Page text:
A plug-in is a small software component that adds new features to another program. They may add new functionality, modify the user interface, or allow the software to support additional file formats. First-party plug-ins may be packaged with an application, while third-party plug-ins can be made available as a free download or as separate commercial software.
Many professional graphic design, video editing, and digital audio workstation applications include support for plug-ins. For example, a plug-in for Photoshop may add new filters and editing tools, while a plug-in for ProTools may add new synthesized instruments and audio effects. Media players use plug-ins to add support for new file formats and codecs.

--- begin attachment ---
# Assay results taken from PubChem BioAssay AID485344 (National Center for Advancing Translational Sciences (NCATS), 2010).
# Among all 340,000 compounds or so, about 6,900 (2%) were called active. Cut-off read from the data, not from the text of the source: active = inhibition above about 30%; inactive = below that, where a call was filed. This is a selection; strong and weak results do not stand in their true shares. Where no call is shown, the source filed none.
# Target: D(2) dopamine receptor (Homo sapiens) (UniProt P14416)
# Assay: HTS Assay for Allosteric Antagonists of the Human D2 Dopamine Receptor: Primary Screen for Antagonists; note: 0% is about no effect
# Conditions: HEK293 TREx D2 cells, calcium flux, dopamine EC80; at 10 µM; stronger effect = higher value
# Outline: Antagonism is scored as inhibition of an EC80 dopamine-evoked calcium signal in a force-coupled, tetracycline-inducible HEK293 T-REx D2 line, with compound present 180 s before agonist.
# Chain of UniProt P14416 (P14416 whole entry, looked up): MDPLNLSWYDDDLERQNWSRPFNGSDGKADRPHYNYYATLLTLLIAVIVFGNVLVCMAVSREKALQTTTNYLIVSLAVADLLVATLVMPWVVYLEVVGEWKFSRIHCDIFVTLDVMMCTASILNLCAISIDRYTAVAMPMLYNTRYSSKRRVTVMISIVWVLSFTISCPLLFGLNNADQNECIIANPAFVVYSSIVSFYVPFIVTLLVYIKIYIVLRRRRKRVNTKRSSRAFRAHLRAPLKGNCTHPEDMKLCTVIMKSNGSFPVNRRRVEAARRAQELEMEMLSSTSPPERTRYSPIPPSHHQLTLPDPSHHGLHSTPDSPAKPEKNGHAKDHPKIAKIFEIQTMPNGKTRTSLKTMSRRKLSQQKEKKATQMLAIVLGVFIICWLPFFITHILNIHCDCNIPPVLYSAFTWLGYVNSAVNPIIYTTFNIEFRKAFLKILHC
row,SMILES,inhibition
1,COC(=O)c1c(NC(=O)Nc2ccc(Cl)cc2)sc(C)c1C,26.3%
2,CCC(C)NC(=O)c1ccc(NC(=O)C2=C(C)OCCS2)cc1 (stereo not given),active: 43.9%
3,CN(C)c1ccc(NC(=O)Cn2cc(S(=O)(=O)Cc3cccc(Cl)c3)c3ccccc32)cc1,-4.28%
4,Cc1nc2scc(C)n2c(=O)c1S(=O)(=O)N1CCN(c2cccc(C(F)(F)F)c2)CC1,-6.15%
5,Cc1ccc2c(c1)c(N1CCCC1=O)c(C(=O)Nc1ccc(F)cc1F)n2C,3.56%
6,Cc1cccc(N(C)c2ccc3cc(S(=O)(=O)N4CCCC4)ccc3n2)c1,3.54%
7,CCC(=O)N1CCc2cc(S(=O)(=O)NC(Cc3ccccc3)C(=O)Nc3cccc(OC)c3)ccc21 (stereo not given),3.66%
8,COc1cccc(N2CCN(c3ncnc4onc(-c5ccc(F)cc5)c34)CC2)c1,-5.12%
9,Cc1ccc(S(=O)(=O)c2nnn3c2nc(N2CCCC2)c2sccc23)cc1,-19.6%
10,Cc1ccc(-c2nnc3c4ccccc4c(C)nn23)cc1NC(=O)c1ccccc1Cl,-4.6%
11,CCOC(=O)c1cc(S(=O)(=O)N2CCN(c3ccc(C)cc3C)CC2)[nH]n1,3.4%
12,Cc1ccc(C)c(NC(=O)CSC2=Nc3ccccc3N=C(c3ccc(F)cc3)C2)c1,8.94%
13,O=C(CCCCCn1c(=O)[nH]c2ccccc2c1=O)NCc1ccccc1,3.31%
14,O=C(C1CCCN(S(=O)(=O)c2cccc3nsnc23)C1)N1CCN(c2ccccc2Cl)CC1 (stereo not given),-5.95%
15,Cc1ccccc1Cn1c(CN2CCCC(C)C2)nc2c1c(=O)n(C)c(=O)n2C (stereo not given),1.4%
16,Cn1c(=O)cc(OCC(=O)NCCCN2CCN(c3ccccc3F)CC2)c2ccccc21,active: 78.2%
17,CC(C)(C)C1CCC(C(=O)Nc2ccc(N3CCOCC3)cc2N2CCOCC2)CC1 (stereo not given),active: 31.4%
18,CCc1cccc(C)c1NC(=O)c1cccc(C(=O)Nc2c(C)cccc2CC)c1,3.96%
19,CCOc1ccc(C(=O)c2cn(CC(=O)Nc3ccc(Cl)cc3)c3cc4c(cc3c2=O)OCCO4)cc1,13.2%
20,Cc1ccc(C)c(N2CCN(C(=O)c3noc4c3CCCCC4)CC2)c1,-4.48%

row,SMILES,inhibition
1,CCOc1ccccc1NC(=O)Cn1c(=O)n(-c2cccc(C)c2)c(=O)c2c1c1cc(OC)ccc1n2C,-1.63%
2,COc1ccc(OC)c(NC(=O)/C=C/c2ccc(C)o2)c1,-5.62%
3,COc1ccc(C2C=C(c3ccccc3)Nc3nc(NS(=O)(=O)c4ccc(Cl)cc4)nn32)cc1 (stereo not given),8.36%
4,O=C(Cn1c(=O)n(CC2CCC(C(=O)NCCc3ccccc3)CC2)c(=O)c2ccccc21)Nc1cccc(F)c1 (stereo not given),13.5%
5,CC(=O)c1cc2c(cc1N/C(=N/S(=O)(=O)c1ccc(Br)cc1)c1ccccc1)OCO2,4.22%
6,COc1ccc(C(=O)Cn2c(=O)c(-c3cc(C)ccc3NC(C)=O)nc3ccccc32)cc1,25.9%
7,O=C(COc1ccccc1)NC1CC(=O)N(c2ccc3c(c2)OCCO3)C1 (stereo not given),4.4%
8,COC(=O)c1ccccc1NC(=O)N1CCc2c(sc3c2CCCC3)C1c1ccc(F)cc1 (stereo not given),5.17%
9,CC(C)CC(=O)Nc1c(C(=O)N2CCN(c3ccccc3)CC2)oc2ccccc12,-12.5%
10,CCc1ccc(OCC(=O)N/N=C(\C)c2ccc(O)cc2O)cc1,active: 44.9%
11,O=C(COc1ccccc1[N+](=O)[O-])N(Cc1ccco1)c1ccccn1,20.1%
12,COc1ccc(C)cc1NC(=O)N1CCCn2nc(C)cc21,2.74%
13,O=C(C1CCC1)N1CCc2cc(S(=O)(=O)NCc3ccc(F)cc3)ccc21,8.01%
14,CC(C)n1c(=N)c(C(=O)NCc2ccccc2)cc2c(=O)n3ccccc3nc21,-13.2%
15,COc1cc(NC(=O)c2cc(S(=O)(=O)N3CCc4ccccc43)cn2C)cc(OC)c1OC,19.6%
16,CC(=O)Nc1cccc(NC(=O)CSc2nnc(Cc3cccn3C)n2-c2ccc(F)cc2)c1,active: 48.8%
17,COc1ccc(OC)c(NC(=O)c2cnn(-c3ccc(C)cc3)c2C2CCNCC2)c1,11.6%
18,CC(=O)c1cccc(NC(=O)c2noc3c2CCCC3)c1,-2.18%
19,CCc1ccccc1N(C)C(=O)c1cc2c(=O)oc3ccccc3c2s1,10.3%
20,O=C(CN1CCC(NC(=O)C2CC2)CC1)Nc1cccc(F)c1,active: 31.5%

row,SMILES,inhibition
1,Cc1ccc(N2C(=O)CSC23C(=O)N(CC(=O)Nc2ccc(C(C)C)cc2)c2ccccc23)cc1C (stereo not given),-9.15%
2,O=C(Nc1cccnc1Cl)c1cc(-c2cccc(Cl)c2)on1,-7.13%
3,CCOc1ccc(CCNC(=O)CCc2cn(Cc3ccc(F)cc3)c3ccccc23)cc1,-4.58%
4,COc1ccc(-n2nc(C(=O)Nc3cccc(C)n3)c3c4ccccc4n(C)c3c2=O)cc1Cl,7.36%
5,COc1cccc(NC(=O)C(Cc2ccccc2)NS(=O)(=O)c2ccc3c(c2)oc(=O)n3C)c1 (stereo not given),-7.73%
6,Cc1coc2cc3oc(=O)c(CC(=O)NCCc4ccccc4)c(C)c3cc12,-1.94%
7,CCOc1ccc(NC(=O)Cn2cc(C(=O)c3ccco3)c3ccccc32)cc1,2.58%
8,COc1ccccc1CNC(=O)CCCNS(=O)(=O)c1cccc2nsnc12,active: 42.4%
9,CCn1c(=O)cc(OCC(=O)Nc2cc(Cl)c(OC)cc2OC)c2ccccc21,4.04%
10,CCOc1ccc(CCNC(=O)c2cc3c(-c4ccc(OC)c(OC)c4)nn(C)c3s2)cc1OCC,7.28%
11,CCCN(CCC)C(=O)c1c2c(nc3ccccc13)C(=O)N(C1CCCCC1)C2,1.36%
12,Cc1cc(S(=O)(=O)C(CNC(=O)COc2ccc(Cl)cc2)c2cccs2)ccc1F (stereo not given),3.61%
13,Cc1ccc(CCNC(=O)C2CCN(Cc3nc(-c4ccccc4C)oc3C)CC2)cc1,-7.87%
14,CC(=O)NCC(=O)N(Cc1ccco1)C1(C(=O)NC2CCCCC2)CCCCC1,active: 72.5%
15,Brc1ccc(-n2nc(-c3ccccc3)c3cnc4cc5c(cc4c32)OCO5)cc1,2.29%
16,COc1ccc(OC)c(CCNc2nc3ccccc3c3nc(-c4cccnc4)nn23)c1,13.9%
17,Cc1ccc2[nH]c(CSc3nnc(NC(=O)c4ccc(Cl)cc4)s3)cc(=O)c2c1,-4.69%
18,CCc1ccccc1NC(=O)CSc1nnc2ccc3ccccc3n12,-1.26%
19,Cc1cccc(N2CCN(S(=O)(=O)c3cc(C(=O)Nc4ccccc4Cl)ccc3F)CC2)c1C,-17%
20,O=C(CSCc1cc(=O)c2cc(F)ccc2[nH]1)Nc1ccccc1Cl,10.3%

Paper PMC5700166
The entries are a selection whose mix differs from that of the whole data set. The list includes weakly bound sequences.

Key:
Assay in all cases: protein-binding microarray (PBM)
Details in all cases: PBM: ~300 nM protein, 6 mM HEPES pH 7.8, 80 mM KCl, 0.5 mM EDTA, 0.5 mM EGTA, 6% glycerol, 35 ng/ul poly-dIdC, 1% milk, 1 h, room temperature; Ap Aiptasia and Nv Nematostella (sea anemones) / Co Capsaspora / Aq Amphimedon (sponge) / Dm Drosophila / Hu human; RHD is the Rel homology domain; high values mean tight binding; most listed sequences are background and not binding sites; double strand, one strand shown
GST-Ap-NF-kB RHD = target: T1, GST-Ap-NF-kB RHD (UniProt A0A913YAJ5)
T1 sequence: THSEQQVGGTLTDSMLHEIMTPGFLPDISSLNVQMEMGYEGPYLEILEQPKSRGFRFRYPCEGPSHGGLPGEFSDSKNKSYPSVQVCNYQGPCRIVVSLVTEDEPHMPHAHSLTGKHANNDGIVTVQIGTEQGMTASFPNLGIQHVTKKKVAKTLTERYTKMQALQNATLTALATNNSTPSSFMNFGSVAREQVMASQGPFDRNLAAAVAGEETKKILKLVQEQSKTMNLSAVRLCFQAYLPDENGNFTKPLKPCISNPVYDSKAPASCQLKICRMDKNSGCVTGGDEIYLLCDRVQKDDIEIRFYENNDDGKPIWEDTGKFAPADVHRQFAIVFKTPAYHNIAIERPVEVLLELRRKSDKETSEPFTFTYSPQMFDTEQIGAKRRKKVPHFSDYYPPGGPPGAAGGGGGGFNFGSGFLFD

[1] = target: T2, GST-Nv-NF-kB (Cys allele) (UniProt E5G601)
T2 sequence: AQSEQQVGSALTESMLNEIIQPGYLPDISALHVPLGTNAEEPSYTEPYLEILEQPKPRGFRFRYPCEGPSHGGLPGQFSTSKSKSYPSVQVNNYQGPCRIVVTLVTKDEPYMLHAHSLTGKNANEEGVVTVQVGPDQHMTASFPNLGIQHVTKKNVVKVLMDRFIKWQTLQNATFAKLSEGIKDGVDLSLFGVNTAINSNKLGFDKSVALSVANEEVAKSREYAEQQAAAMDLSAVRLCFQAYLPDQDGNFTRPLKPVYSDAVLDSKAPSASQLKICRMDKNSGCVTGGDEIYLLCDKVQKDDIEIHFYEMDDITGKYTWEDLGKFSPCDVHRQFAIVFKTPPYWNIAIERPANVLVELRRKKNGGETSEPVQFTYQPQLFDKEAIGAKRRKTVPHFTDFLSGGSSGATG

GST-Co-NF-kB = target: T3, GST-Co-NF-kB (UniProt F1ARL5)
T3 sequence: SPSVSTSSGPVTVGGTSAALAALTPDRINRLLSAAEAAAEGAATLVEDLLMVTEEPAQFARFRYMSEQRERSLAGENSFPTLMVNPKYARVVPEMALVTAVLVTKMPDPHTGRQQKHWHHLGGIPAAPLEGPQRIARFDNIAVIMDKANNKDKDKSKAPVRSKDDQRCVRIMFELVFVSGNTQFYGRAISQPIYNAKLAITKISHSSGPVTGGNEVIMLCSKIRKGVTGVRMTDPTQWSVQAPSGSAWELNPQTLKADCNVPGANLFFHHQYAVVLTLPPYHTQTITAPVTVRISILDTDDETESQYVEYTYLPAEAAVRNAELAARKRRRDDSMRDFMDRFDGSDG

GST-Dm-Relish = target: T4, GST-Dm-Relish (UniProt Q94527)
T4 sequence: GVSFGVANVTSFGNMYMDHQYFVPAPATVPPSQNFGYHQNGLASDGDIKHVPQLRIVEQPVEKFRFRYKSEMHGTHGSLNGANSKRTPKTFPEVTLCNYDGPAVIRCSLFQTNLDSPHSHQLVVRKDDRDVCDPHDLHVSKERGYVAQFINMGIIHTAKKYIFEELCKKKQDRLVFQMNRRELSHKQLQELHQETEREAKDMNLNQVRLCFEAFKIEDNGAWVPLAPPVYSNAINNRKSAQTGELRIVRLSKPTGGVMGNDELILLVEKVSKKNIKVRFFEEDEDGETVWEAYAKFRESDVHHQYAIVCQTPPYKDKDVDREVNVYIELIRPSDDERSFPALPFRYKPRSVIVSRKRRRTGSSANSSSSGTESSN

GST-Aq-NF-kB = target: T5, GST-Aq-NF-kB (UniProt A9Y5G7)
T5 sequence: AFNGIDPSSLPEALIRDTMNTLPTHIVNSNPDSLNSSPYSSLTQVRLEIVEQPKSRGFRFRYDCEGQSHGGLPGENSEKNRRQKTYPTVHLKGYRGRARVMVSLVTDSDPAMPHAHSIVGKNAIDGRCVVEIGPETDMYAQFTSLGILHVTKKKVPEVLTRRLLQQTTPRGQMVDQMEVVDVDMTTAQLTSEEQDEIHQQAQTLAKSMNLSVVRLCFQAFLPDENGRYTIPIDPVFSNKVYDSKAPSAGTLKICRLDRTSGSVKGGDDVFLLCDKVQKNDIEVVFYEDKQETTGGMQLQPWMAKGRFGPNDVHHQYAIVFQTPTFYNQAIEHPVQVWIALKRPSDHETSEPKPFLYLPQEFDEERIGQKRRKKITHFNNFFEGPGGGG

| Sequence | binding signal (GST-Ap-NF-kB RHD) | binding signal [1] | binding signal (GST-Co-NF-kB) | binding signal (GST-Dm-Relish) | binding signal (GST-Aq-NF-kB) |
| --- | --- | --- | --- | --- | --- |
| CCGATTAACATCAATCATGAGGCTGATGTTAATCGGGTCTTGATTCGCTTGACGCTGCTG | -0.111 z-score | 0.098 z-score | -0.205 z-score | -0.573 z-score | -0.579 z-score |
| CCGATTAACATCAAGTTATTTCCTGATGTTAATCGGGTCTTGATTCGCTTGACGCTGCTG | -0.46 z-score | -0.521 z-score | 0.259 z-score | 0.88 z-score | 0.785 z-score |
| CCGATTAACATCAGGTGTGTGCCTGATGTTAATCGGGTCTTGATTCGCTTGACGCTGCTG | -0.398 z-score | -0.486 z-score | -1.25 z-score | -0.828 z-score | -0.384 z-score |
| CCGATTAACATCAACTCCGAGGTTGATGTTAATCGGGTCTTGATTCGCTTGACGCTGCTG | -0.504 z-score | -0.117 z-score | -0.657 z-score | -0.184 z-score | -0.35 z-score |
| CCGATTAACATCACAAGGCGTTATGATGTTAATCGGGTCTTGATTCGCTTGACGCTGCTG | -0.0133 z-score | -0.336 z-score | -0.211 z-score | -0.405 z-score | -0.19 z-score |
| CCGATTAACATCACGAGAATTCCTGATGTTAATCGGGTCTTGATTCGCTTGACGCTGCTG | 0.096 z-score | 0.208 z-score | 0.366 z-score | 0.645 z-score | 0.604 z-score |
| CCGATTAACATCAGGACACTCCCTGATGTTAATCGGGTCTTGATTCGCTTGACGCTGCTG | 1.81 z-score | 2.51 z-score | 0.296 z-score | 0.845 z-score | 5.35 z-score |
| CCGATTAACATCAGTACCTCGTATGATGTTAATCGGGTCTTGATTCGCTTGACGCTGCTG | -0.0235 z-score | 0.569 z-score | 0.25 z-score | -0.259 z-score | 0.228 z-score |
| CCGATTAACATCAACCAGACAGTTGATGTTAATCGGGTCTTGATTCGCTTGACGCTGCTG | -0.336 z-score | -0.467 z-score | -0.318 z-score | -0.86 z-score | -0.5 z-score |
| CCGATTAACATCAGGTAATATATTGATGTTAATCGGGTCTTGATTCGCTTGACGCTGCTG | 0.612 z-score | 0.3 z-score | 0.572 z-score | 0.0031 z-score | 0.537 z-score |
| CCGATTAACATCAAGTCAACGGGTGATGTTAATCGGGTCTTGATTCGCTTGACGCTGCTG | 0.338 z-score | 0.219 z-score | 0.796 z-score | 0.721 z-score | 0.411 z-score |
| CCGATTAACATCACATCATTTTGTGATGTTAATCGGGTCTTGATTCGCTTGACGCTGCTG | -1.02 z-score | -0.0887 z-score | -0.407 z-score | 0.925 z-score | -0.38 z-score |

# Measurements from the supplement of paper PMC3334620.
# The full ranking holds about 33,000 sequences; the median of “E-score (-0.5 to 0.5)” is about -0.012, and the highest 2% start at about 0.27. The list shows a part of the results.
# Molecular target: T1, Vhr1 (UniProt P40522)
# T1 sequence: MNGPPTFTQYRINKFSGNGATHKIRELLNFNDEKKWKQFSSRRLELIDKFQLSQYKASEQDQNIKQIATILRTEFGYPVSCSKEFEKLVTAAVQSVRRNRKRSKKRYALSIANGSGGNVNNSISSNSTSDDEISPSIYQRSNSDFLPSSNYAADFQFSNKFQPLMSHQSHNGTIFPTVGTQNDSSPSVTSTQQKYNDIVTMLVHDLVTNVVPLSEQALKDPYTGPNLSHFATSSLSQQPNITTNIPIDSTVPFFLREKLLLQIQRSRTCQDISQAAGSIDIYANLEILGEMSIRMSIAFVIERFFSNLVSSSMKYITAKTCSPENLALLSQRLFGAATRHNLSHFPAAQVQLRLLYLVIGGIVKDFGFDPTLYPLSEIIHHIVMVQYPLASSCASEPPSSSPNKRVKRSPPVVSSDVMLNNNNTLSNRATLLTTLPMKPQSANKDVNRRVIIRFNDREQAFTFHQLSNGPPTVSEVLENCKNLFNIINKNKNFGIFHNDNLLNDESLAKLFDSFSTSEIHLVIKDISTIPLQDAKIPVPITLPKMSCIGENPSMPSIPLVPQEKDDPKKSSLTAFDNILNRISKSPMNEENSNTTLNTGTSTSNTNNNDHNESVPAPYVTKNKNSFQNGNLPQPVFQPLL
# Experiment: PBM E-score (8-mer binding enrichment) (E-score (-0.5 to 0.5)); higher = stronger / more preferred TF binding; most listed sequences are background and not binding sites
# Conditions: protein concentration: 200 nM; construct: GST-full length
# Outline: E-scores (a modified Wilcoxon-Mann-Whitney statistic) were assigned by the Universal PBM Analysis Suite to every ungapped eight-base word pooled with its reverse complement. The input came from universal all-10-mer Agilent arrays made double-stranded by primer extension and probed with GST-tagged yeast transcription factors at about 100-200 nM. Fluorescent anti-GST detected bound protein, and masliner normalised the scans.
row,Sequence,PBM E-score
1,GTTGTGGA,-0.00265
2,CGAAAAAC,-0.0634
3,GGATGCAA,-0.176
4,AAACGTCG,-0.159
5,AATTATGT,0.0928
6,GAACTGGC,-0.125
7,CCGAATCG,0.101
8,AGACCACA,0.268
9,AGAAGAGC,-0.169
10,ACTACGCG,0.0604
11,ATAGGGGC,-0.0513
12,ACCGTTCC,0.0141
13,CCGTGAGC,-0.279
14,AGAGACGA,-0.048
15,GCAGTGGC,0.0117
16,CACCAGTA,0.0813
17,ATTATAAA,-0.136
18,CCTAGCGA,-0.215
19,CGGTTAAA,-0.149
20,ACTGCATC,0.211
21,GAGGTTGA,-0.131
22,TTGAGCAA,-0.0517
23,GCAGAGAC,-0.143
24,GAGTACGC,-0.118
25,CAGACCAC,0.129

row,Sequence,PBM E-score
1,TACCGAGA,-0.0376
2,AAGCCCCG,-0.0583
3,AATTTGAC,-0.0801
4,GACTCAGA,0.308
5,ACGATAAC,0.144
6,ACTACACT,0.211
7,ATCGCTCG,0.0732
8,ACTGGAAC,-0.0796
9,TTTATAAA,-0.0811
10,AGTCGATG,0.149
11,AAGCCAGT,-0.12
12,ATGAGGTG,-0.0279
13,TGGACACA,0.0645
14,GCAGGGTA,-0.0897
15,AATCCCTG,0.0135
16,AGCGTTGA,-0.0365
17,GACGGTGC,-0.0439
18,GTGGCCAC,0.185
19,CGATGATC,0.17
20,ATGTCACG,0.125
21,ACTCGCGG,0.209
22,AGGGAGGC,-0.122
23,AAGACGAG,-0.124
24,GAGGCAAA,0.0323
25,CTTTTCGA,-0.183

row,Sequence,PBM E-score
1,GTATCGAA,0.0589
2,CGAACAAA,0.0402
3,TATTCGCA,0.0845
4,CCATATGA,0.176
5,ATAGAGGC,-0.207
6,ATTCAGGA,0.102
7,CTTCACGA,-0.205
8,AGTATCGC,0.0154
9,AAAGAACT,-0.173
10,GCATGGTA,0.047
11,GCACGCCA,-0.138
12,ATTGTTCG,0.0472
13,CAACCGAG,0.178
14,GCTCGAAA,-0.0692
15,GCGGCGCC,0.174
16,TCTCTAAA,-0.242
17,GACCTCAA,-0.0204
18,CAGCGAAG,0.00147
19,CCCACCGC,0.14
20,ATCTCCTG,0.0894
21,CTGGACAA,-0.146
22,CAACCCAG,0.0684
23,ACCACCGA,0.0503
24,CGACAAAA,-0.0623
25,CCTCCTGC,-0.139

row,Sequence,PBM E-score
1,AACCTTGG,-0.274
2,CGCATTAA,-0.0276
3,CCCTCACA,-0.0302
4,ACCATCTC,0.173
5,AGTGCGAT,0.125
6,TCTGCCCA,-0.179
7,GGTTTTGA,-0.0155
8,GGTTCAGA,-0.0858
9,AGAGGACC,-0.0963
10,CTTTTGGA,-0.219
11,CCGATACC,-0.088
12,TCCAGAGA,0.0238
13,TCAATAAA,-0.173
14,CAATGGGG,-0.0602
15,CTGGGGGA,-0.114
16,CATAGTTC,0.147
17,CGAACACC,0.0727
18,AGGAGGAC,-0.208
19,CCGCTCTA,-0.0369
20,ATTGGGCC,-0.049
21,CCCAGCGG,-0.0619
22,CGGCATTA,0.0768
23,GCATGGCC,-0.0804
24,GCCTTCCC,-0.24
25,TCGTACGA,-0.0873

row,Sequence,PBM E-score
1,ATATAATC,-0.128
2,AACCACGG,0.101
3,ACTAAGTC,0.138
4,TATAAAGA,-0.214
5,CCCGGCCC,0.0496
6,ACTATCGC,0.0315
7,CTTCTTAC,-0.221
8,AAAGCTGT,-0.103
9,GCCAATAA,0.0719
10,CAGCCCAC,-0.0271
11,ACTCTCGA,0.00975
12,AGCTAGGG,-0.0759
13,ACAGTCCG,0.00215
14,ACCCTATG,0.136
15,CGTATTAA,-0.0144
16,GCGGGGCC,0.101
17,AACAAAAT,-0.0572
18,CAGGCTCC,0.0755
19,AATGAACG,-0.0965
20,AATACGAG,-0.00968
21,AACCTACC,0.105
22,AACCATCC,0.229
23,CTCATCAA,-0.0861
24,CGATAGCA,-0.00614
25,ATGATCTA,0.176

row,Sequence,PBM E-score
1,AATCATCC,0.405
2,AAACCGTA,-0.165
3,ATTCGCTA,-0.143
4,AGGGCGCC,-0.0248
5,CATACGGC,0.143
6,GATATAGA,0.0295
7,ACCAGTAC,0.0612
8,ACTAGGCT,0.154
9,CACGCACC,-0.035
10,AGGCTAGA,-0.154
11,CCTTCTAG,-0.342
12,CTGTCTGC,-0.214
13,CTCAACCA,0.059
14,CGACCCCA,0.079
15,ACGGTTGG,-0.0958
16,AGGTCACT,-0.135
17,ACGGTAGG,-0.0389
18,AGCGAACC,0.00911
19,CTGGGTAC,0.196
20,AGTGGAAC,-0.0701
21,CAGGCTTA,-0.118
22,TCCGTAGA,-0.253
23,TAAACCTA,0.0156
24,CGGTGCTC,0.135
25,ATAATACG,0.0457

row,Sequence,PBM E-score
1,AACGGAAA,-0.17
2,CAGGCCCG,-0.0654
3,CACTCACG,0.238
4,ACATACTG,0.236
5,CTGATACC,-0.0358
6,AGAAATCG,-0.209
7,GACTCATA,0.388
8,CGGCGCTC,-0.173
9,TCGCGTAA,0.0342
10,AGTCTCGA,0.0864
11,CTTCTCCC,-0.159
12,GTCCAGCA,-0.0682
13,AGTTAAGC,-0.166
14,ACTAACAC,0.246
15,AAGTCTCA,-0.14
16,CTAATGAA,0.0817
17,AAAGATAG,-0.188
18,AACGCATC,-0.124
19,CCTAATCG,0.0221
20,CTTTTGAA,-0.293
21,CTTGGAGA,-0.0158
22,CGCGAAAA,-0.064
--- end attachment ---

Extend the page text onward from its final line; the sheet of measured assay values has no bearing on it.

Web browsers use a type of plug-in called extensions to add new features. Unlike plug-ins for other types of applications, web browser extensions are distributed as source code instead of compiled software. Historically, web browser plug-ins like Adobe Flash distributed as executable software could lead to security vulnerabilities and software instability, so browser developers dropped plug-in support in favor of extensions. However, the purpose behind them is the same — to allow the user to customize the appearance and functionality of a web browser as they like.